Quote:
    Originally Posted by jfanning View Post





    I thought this had been covered a number of times, those Chinese ASOP devices that don't use the Google Services aren't Google Android devices, so they aren't counted.



    The only way you can realistically count these devices is if they access some service, Google has a service they can access, and uses this service to count them, how else do you expect them to do it?



    I wonder how Apple counts their numbers??

    Oh wow, they count them exactly the same way, fancy that.

     

    SolipsismY already noted that you seem to not read what you comment on.

     

    Now, on Apple:

    1. Most iOS devices use the AppStore (including jailbroken devices). Not the case with Google Play Store (see my previous post).

    2. Apple ALWAYS provides SALES numbers, not estimates.

     

    So, the confidence interval for Apple's provided numbers is in the 90-th percentile, while for Google it goes down to ??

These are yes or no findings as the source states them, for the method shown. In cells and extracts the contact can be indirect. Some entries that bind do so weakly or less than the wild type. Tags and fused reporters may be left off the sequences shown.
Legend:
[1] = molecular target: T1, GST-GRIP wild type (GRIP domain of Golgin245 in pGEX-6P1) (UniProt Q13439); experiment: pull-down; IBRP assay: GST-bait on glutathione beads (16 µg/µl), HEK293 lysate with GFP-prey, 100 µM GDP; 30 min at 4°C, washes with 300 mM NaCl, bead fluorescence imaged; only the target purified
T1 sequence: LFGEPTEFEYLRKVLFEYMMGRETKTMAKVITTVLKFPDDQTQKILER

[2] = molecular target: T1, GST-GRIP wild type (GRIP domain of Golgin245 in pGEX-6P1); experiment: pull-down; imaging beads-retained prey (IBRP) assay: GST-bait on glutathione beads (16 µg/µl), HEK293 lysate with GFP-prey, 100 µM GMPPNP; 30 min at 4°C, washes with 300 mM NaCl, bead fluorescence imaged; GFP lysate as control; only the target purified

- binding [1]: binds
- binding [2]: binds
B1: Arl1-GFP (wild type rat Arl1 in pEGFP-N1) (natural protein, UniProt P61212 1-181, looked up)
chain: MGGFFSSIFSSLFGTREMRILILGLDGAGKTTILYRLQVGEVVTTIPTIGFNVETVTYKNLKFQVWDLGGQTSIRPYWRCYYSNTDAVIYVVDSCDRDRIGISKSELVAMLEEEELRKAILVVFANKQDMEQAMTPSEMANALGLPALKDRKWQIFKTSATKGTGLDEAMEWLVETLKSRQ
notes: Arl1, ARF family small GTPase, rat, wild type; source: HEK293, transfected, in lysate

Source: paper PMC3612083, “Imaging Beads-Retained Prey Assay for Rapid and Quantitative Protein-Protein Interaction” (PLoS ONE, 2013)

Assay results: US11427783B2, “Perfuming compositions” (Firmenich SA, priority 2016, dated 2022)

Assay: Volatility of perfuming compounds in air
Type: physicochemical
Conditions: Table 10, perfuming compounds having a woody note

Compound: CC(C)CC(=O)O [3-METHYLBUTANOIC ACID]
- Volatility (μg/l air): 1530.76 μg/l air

Q: Why do Google and Apple provide that information?

    A: To help developers decide what devices to support. To even measure their target market.

     

    Q: Can you estimate your target market as an app developer?

    A.1: For iOS it is possible with some degree of inaccuracy since Apple provides the number of devices shipped each quarter. With some analysis you can get MEANINGFUL numbers, although not exact.

     

    A.2: For Android it is effectively impossible to do so. 

    Consider an application targeting Lollipop, at 1.6%. If that percentage is out of 1.5 billion devices, then that's 24 million potential buyers.

    Unfortunately, the number of devices is impossible to infer form what Google provides as data.

     

    Now, looking back at what a lot of people wrote, it seems that most of them implicitly apply Google's provided percentages to the the 84% marketshare. And that is bullshit. Actually, the 84% market share is bullshit, but that's another topic.

     

    Remove the ASOP. I would even say remove the whole "Others" category that takes close to 50% of ALL smartphone sales and you are left with 34% of all devices shipped ... at best. So, Lollipop would be 1.6% out of 34%, i.e. 0.55% ... maybe, maybe not. Who knows?

  • Reply 20 of 32
    jfanningjfanning Posts: 3,391member
    solipsismy wrote: »
    Hence his stated point: Chinese ASOP devices do not use Google services (including Play store). And that is a huge number of devices.

    The only point he is stated is he thinks the devices that don't use the Google Services are Google Android devices, which they aren't. So why would Google care about them